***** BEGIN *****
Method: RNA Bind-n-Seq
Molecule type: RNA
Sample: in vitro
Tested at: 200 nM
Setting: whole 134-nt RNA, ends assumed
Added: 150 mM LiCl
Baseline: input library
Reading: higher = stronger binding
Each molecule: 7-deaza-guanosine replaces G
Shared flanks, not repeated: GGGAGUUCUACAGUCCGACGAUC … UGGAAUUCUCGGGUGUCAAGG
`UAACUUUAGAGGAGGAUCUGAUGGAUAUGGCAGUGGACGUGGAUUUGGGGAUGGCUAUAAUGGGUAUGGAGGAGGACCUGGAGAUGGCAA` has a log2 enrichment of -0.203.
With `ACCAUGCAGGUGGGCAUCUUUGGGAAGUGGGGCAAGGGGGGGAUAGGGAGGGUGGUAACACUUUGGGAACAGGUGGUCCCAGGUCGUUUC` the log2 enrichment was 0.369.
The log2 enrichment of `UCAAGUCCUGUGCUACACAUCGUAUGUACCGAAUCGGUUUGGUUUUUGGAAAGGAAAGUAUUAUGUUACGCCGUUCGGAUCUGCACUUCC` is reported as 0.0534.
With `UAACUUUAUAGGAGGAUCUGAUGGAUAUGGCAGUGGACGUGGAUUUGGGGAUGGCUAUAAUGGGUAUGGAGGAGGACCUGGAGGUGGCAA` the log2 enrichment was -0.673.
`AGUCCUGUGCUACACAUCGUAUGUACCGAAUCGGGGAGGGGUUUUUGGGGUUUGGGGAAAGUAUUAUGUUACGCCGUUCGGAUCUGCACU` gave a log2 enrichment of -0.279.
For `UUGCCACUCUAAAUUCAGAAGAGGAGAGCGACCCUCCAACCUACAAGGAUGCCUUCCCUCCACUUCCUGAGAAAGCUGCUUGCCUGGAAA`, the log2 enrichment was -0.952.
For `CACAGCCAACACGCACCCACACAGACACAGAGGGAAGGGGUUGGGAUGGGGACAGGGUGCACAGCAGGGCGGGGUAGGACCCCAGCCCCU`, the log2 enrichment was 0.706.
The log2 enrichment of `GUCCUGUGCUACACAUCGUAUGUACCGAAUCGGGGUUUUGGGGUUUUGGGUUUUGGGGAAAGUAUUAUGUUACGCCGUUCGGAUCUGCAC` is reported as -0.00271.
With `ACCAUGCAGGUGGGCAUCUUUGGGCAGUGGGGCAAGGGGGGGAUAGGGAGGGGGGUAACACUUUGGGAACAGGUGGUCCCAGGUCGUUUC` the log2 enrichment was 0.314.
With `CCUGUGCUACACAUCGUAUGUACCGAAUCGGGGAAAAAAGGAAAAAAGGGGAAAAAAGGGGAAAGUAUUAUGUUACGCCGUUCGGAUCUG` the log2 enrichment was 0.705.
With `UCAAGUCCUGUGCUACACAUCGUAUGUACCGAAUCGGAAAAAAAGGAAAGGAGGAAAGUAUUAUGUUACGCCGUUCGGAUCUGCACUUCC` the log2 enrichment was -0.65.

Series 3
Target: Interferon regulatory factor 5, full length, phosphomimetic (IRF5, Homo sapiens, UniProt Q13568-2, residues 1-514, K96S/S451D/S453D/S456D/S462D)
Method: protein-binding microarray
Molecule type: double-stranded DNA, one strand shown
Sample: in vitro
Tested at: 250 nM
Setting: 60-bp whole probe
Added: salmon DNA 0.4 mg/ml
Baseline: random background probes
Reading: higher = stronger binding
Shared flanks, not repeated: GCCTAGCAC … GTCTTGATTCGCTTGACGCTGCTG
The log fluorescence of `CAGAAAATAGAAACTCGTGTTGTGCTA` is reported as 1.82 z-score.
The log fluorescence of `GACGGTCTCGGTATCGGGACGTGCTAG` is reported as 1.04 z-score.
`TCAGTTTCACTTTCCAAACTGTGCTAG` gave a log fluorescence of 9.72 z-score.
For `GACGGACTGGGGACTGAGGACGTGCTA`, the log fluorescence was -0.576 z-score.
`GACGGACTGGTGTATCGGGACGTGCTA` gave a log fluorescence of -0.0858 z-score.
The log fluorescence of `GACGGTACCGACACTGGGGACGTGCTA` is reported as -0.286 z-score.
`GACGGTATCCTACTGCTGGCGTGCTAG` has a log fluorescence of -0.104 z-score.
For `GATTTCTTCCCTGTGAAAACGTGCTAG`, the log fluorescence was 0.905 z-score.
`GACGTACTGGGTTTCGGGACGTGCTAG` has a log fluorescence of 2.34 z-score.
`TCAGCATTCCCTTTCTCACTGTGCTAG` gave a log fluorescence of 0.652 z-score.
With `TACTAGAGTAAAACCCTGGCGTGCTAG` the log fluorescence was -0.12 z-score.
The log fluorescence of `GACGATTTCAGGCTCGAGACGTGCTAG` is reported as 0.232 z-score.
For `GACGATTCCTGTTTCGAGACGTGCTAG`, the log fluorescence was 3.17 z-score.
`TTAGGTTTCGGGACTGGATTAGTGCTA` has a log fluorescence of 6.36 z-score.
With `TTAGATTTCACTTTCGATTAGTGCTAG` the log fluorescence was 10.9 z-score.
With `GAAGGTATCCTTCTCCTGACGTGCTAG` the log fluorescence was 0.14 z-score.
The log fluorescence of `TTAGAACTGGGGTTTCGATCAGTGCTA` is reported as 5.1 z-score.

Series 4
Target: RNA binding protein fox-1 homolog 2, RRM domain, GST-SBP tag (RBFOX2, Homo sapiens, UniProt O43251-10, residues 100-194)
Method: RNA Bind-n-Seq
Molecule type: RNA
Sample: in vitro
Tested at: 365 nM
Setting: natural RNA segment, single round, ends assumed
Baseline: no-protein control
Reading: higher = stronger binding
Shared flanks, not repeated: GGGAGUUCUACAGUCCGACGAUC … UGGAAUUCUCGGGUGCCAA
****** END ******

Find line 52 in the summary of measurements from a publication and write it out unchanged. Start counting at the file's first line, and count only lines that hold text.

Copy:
Method: RNA Bind-n-Seq